“Cooking had always been my passion, but suddenly something had taken its place. I became completely obsessed with drawing. I drew all day and often all night. One day, I saw some very cute-looking bottles of nail varnish in neon colours at the market. I must have had some sort of mental short circuit, or maybe it was the menopause. Maybe the muse just bit me in the bum. Whatever it was, I started painting with them, which was fantastic. Now I’m a grown-up, I use acrylics, but I always finish with a layer of nail varnish – it’s so shiny and sparkly.
“After the nail-varnish paintings, I moved on to Memory Jugs, which are assembled artworks using what the artist Philip Guston called COTS – Crap off the Street. Now, I’m obsessed with neck shrines, like the one I’m wearing. I’ve made more than a thousand. Sometimes they’re a shrine to something specific – to Niki de Saint Phalle, for instance. Sometimes they’re just a shrine to kitsch. But they’re always a shrine to cultural sharing, mashing up found objects and symbols from all over the world. I like to give them to my friends – I never sell them; I don’t make art for money – but you have to be brave to wear them.
“You also have to be brave to be an artist. Like writing, it’s a powerfully visceral process. Because it doesn’t come from the head or from the heart, it comes from the gut. It comes from the very centre of your being – and often you don’t know what will come out. Making art is about trying to access the inner passion that’s within us all, which is buried by years of being an adult.
“Becoming an artist surprised me. I always loved colour, even though I’d grown up in a dull, fairly colourless home in Long Island. But I knew from my experiences at school that I was crap at art. I always flunked it. And my parents, being a certain generation of Jewish parents, expected me to be good at everything. They didn’t want me to become an artist. They didn’t even care if I was good at art or not; they just did not want to see a fail mark on my report card. It still amazes me that this is where I’ve ended up. I’ve just sent 50 pieces to Baltimore’s American Visionary Art Museum, which is the best outsider art museum in the world. I can’t believe it.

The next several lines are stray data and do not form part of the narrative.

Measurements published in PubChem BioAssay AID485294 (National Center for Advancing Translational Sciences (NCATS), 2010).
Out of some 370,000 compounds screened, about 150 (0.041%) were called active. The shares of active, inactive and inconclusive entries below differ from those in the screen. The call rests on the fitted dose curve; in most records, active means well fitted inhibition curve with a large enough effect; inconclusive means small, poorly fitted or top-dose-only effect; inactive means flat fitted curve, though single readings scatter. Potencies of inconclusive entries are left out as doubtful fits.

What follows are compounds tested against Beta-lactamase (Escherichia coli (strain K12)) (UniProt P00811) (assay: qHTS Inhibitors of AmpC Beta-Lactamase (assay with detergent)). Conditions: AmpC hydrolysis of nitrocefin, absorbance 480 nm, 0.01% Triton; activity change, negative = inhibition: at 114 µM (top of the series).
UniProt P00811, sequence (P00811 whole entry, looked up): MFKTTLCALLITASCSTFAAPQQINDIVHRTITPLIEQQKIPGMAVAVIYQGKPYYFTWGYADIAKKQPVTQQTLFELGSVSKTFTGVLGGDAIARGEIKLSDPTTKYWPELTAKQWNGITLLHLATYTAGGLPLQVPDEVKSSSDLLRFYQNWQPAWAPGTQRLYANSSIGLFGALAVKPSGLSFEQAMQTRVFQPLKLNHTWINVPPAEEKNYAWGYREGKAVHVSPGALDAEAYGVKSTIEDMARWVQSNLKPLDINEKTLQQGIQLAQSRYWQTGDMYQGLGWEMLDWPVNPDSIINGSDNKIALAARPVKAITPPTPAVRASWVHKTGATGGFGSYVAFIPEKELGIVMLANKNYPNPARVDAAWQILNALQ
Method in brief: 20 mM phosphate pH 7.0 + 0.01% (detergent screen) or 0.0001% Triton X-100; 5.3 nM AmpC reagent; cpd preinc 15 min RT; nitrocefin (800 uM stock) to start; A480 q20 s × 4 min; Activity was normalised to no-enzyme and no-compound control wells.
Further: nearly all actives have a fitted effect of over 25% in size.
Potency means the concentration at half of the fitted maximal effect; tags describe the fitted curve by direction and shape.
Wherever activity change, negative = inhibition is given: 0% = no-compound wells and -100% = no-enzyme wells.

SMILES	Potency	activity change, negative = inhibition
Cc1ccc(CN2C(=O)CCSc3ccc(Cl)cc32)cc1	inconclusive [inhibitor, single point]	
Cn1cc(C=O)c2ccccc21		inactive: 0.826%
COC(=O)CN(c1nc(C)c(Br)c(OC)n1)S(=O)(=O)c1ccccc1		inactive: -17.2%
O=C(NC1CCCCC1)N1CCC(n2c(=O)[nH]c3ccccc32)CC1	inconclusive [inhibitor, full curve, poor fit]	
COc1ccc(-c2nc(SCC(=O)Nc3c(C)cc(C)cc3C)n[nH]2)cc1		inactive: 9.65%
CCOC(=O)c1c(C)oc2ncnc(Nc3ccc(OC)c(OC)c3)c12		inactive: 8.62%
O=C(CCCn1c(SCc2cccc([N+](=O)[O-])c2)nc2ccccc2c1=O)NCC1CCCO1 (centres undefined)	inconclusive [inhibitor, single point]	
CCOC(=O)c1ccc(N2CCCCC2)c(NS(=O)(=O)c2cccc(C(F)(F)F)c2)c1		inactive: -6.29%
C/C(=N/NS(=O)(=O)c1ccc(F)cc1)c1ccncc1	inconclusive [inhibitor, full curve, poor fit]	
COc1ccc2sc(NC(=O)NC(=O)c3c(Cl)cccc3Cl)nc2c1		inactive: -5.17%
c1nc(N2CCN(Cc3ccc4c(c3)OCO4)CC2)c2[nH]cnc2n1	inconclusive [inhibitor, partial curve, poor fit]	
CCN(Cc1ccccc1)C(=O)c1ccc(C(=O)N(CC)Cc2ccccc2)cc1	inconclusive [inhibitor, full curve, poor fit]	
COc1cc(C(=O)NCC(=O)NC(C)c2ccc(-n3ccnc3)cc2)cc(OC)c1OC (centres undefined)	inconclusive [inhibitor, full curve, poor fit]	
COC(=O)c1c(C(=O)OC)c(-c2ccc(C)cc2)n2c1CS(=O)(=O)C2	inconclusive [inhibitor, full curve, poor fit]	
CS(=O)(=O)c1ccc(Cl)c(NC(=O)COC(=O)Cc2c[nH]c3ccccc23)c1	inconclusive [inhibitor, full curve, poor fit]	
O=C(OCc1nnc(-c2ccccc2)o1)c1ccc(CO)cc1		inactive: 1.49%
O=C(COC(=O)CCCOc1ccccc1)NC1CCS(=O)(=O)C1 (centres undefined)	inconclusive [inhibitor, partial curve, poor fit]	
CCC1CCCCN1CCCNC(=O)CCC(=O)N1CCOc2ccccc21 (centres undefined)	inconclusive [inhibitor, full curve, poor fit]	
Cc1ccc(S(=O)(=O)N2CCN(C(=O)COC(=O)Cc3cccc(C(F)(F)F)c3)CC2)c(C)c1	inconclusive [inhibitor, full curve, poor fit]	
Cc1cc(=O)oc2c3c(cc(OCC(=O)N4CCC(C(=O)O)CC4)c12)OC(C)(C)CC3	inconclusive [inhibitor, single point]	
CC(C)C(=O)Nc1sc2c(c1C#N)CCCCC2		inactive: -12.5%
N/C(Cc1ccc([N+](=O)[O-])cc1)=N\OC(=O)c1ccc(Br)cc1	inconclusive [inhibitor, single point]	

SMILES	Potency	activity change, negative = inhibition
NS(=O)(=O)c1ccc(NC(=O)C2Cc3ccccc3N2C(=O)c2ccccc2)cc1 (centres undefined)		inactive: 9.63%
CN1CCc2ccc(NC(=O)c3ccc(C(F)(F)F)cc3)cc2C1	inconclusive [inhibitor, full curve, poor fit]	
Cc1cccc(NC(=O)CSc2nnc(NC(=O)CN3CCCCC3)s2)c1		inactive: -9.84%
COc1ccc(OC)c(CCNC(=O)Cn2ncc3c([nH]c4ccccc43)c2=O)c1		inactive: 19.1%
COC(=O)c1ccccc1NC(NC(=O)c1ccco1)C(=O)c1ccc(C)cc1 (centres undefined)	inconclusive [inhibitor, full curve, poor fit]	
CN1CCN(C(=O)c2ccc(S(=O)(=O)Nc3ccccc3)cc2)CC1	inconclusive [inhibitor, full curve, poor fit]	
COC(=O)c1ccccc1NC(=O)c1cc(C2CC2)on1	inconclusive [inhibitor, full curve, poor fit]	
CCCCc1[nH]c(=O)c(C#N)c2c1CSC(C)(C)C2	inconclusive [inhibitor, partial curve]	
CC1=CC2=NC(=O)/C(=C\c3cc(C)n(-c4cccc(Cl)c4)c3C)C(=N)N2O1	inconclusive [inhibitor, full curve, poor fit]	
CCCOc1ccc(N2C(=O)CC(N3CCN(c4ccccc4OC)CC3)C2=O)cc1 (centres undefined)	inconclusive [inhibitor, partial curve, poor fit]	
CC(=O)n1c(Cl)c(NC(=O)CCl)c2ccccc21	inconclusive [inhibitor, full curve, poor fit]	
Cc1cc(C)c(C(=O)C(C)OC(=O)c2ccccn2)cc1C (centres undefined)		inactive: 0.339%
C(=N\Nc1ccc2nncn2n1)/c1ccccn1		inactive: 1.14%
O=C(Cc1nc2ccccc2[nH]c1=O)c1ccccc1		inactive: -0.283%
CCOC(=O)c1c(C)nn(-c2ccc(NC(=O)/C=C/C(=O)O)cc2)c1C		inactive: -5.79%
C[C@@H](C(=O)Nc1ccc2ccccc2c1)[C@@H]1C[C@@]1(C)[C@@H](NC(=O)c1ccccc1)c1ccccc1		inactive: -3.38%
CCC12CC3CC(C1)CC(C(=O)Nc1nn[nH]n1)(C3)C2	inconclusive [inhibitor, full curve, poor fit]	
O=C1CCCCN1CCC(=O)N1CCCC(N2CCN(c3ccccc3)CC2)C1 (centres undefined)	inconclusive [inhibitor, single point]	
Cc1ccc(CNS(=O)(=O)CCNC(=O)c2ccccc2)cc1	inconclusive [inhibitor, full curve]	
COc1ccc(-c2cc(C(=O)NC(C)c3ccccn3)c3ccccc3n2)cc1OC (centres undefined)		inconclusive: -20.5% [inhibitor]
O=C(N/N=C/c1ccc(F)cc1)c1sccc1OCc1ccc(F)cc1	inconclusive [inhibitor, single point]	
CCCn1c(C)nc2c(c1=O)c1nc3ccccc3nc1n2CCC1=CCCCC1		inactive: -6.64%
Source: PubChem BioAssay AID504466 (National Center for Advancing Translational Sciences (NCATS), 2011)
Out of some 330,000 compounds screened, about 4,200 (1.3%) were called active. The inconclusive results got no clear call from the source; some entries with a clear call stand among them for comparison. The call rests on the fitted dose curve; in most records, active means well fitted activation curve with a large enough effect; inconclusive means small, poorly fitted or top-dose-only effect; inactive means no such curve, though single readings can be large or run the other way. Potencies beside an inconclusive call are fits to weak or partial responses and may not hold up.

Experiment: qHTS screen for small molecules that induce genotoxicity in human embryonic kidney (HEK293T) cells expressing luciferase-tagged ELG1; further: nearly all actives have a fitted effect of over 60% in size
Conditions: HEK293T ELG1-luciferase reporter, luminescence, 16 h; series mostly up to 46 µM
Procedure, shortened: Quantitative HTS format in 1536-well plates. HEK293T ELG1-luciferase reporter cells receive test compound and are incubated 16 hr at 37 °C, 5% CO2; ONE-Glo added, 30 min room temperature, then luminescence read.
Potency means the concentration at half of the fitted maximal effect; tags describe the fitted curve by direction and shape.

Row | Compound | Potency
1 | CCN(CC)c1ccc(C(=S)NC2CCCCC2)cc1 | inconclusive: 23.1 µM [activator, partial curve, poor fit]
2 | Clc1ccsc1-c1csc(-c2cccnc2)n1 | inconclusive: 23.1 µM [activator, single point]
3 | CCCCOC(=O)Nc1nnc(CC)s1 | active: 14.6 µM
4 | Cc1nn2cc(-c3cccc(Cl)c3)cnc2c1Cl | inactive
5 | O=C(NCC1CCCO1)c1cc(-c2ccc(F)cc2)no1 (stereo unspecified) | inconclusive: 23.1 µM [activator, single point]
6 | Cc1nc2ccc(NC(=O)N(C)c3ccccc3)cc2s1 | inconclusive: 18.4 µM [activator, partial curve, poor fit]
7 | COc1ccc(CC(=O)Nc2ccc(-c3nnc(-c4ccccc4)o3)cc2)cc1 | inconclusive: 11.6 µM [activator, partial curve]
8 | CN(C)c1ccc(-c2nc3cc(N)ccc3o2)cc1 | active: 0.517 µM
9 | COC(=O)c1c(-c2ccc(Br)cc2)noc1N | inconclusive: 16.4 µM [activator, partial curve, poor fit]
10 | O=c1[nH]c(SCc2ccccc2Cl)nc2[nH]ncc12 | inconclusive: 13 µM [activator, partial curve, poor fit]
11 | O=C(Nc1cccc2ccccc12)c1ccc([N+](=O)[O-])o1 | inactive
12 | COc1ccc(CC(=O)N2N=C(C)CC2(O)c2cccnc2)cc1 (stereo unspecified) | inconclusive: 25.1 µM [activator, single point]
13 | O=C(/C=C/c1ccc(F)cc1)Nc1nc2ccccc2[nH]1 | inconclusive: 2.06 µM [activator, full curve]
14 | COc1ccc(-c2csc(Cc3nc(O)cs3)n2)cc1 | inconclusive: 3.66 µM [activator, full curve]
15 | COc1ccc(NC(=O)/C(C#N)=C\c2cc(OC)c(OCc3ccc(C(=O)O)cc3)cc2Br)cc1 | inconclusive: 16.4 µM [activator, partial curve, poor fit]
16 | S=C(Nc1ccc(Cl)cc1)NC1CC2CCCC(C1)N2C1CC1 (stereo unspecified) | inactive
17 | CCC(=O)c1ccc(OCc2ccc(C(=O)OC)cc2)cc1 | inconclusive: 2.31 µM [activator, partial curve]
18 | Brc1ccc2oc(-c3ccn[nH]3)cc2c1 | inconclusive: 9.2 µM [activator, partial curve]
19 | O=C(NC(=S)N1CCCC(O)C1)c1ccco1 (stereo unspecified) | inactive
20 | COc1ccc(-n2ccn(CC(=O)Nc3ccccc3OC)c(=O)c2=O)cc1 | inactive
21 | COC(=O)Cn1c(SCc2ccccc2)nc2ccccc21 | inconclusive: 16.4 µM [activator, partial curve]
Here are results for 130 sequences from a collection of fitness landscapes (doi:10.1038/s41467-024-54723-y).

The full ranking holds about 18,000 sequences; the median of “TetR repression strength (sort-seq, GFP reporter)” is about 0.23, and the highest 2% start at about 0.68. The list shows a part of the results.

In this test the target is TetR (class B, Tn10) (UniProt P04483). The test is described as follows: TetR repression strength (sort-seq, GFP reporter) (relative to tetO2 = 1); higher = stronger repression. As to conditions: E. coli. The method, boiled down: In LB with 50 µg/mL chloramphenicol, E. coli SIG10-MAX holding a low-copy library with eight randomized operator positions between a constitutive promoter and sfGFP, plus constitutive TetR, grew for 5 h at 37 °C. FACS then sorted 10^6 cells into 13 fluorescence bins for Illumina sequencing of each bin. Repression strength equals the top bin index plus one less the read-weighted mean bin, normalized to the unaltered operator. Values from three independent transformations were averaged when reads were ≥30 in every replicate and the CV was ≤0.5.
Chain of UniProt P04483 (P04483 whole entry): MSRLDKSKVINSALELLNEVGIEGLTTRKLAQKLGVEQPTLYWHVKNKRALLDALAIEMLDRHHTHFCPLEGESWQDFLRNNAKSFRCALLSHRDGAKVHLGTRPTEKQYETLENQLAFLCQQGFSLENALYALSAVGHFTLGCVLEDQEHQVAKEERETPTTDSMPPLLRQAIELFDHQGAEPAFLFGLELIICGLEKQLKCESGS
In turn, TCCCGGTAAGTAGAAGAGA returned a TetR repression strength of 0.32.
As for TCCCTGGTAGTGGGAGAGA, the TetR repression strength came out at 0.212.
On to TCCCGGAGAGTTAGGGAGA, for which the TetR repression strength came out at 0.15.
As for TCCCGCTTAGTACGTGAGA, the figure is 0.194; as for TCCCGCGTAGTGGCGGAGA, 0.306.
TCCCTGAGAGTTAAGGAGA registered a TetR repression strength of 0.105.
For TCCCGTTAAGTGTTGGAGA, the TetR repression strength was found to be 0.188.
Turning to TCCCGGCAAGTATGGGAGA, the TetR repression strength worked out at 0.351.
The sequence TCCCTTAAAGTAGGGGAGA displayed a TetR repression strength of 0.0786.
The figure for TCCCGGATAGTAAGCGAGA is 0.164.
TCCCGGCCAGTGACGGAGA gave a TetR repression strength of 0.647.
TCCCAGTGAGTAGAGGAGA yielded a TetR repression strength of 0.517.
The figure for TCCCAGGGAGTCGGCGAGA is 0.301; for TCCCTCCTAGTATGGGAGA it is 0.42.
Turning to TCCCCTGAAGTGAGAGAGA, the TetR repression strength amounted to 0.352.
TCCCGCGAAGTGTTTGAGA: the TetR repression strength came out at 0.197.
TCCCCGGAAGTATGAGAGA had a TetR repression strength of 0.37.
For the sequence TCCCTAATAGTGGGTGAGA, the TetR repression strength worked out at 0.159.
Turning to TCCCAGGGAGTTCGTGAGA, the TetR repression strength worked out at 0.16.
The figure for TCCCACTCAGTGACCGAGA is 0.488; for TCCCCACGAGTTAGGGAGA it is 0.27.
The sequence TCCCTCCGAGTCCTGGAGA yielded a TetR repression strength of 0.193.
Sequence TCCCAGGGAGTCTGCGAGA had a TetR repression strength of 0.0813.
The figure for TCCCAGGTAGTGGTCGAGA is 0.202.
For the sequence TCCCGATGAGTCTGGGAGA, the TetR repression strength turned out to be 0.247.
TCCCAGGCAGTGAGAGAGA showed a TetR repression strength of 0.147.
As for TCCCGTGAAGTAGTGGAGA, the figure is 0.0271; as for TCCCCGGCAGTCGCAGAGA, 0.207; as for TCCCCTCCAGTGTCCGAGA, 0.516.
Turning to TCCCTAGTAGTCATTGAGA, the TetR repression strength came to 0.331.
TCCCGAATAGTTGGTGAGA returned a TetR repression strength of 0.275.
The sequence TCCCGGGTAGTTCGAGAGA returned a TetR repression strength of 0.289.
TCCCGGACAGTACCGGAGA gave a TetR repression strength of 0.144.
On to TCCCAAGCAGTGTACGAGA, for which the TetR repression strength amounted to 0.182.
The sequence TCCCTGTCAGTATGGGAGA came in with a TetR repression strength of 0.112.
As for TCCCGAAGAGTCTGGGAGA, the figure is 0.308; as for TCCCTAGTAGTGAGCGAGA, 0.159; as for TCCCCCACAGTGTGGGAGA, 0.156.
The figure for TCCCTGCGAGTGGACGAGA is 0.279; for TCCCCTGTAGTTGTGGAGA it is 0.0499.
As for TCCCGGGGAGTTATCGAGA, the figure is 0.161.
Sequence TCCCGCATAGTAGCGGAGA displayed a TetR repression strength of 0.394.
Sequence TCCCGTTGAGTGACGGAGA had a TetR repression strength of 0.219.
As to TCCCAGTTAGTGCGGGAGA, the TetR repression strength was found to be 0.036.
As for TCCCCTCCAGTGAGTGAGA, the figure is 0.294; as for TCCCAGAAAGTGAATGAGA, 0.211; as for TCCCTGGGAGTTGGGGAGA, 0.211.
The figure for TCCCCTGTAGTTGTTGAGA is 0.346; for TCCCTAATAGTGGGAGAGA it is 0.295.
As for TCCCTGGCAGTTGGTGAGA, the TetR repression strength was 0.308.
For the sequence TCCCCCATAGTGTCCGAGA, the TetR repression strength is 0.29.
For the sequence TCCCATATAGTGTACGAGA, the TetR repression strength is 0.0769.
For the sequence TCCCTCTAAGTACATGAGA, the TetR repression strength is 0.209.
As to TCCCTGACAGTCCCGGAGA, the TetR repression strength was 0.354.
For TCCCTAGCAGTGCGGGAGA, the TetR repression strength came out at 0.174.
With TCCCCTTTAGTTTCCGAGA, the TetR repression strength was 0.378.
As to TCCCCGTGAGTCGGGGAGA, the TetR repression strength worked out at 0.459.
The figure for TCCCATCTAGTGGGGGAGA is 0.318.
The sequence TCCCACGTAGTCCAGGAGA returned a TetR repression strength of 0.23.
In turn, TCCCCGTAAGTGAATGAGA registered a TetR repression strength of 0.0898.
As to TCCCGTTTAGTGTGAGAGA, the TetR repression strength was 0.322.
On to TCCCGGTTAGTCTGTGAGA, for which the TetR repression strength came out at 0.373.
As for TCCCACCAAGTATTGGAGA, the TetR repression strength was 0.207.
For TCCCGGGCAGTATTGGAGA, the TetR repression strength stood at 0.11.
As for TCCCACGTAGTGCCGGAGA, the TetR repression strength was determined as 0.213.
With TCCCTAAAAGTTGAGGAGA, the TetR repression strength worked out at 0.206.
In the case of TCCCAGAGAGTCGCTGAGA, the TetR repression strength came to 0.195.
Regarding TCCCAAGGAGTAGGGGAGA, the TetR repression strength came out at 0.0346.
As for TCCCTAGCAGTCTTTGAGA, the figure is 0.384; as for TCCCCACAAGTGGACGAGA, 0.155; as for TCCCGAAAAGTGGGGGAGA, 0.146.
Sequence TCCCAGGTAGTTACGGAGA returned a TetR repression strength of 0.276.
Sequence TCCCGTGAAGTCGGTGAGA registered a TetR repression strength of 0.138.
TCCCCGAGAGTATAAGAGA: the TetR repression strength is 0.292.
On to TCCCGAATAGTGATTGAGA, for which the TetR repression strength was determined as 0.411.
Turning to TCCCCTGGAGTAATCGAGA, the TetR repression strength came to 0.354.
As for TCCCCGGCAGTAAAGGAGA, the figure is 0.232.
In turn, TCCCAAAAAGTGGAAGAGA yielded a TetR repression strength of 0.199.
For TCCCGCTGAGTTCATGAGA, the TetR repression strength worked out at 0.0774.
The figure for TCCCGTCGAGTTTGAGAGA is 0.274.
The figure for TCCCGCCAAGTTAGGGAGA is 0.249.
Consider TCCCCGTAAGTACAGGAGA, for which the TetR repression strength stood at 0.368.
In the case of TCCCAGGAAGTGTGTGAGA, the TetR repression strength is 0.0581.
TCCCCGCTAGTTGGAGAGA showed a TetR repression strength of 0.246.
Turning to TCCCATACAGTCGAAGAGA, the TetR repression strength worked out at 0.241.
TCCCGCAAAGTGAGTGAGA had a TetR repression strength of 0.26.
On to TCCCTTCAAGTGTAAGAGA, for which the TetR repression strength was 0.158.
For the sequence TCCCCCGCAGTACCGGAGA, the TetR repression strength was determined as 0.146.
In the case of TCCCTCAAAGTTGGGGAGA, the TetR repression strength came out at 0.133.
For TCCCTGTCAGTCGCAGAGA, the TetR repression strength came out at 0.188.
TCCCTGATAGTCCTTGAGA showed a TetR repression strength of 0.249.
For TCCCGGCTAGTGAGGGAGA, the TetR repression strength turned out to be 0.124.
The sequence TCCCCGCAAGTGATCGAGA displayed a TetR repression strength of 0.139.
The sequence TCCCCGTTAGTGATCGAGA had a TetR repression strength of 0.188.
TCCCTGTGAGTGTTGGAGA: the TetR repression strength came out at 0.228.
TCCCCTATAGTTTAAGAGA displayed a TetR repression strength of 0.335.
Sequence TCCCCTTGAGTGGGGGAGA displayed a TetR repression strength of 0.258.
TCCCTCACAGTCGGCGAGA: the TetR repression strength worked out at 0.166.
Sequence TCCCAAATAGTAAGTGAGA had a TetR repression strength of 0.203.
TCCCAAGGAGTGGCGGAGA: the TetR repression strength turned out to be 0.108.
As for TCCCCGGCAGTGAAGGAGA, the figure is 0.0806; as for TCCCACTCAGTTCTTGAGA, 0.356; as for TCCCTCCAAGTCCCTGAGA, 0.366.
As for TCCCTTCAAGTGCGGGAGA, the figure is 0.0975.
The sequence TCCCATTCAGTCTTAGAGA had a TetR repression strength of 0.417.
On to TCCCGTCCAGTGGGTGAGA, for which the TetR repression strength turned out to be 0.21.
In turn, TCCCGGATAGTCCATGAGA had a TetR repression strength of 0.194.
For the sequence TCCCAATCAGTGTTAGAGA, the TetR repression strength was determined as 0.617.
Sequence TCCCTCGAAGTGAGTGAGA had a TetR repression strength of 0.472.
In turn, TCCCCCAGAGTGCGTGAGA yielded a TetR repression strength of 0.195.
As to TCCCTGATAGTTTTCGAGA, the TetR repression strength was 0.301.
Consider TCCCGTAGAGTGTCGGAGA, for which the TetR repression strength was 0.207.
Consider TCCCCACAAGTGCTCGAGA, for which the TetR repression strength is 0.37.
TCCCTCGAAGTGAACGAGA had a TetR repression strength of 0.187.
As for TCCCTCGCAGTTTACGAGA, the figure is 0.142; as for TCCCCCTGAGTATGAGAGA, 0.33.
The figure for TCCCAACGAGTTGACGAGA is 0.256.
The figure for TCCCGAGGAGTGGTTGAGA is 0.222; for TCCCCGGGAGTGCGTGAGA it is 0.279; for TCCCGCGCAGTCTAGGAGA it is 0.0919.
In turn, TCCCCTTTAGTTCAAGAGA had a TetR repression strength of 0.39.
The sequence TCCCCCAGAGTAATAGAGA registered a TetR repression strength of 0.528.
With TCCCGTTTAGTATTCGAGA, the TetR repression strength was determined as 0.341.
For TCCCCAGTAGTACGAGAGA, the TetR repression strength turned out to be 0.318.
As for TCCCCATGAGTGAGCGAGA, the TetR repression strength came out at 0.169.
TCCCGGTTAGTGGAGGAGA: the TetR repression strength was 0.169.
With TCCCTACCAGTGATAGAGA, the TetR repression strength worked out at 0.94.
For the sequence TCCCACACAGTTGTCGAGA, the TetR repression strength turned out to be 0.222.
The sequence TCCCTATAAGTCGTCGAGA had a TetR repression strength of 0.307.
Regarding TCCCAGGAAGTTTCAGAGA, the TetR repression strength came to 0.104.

“When we moved here, the house was awful. There was horrible carpet everywhere. Things were painted either sickly green or beigey yellow. We rented it for a year and I wasn’t allowed to touch it, which was terrible. I don’t know if you can tell, but I’ve got quite garish tastes. I need contrast! I need brightness! We repainted the house as soon as it was ours and, while we’ve gone over it a few times, it’s stayed the same colours all these years. It makes me sad that someone will probably rip out the kitchen one day. I particularly love that room.
“Steve loves my work, but he’s not a visual person, so he’s happy for me to decorate in the way I like. It’s always been that way, from our first apartment together in New York City, in 1962. We paid $75 a month and, when it needed repainting the landlord said he’d have to charge $78, so I decided to do it myself.
“I truly believe that life is never boring when there’s colour. It won’t necessarily always be good, but it won’t be dull. My motto in life – and it’s one to live by – is: ‘Don’t wear beige. It might kill you.’ And I mean that from the bottom of my heart. Some people have a thing about spiders, some about heights. I have a thing about beige. It makes me ill. It leaches the soul out of me. It’s the colour of death. It’s awful.”
Sue Kreitzman on Instagram